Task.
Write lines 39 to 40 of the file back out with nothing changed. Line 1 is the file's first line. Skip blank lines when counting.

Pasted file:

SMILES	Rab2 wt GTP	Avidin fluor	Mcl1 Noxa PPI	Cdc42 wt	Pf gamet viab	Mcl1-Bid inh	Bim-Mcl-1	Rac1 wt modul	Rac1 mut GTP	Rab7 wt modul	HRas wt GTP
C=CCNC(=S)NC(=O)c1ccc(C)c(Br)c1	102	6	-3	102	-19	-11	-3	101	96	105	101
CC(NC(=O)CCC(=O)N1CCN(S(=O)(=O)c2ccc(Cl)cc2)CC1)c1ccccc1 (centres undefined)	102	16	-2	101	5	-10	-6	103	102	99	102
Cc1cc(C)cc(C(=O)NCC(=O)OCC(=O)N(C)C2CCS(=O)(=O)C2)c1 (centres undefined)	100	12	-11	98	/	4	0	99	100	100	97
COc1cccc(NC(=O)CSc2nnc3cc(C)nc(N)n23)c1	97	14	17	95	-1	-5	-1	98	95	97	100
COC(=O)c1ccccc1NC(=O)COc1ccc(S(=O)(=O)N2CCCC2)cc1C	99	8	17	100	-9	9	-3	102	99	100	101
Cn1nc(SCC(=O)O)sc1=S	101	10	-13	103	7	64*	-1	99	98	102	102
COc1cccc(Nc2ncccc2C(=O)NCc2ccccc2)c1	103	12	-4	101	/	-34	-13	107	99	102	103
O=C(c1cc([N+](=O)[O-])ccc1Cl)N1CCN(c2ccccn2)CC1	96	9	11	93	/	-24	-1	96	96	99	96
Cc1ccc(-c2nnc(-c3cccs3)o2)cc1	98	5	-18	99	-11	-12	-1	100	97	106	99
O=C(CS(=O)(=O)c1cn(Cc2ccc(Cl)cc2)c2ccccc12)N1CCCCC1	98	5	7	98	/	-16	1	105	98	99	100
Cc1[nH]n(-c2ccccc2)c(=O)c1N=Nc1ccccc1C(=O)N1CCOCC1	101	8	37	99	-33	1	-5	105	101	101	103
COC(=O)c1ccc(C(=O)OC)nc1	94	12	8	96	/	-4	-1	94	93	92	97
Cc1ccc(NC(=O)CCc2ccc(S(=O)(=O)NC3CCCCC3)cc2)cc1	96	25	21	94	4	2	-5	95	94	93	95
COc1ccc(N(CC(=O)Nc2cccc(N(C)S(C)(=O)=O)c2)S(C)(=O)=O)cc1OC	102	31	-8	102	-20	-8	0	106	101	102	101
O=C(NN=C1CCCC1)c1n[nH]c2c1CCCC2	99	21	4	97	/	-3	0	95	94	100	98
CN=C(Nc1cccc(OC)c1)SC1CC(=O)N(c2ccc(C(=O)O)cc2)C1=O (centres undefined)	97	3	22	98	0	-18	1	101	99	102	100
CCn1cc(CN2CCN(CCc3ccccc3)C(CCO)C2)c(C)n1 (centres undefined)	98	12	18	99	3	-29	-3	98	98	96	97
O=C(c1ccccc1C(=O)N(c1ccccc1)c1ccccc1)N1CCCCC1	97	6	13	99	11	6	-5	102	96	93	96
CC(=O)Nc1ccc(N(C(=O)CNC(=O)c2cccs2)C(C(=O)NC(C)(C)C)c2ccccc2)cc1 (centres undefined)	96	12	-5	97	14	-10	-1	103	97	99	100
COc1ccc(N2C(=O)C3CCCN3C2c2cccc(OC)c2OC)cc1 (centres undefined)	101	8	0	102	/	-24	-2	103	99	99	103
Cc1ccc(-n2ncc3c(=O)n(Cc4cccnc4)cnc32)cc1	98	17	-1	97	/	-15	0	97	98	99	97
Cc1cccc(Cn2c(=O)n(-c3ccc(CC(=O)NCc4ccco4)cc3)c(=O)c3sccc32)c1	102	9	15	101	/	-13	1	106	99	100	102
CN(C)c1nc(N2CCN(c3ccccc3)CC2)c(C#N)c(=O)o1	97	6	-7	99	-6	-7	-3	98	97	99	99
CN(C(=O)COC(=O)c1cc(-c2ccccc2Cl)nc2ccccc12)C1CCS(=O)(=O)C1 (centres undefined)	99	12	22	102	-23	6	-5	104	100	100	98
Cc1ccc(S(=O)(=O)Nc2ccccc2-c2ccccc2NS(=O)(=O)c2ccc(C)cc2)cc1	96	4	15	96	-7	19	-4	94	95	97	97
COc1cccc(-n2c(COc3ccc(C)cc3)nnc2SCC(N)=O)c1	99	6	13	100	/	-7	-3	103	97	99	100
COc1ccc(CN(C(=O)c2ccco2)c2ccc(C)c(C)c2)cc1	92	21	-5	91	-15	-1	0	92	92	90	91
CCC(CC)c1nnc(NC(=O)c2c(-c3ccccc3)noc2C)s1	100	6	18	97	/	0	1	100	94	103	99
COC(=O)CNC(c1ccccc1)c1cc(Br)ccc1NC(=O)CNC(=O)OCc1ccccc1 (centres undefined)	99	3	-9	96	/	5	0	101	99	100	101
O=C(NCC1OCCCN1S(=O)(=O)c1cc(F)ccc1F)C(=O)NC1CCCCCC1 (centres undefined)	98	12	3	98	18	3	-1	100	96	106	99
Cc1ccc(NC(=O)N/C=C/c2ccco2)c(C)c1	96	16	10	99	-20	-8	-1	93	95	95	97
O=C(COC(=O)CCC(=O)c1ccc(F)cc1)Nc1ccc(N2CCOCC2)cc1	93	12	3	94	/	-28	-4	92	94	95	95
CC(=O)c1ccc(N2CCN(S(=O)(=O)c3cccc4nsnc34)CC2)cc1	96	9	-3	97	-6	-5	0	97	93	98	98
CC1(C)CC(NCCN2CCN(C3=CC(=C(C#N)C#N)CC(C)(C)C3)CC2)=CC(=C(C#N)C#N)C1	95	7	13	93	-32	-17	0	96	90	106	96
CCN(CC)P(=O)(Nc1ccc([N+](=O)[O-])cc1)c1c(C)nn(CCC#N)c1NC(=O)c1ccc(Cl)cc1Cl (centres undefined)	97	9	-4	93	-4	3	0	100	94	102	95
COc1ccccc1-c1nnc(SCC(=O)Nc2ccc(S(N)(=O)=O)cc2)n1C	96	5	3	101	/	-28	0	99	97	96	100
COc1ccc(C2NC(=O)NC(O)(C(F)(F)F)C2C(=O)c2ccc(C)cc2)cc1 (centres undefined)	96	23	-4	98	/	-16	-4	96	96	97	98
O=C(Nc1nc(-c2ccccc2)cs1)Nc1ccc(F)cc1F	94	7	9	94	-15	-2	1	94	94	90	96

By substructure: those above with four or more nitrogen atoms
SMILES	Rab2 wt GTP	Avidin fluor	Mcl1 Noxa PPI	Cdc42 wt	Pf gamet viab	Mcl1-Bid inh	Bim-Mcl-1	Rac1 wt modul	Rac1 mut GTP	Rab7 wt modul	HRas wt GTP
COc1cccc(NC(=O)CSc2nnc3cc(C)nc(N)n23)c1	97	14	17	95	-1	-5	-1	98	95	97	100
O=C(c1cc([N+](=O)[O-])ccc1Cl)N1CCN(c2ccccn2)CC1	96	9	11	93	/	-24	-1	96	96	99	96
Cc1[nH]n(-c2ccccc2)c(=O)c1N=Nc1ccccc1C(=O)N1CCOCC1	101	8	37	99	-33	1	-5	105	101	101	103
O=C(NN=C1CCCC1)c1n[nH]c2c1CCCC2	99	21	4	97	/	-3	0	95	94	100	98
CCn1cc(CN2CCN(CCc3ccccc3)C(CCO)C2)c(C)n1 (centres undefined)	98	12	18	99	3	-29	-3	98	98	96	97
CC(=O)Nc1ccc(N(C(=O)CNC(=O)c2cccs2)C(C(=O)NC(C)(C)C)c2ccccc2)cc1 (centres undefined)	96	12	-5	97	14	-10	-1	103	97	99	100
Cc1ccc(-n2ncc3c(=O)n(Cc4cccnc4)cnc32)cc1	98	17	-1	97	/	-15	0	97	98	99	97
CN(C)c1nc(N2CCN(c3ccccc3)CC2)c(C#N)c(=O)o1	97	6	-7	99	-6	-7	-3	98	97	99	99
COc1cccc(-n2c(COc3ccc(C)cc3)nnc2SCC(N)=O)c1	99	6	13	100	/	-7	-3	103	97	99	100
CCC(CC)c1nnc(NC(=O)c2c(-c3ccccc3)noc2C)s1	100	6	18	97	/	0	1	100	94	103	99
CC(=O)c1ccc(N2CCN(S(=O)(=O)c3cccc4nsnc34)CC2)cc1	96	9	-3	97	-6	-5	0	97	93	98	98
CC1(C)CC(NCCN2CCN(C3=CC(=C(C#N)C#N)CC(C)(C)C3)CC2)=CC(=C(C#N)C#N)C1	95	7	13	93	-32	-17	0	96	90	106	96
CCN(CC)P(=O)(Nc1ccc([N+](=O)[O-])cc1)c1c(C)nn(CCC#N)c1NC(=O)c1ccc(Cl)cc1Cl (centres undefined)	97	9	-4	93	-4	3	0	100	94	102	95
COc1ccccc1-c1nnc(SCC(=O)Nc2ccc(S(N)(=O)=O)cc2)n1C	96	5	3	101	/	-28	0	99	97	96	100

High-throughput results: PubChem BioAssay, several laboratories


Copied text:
O=C(Nc1nc(-c2ccccc2)cs1)Nc1ccc(F)cc1F	94	7	9	94	-15	-2	1	94	94	90	96

By substructure: those above with four or more nitrogen atoms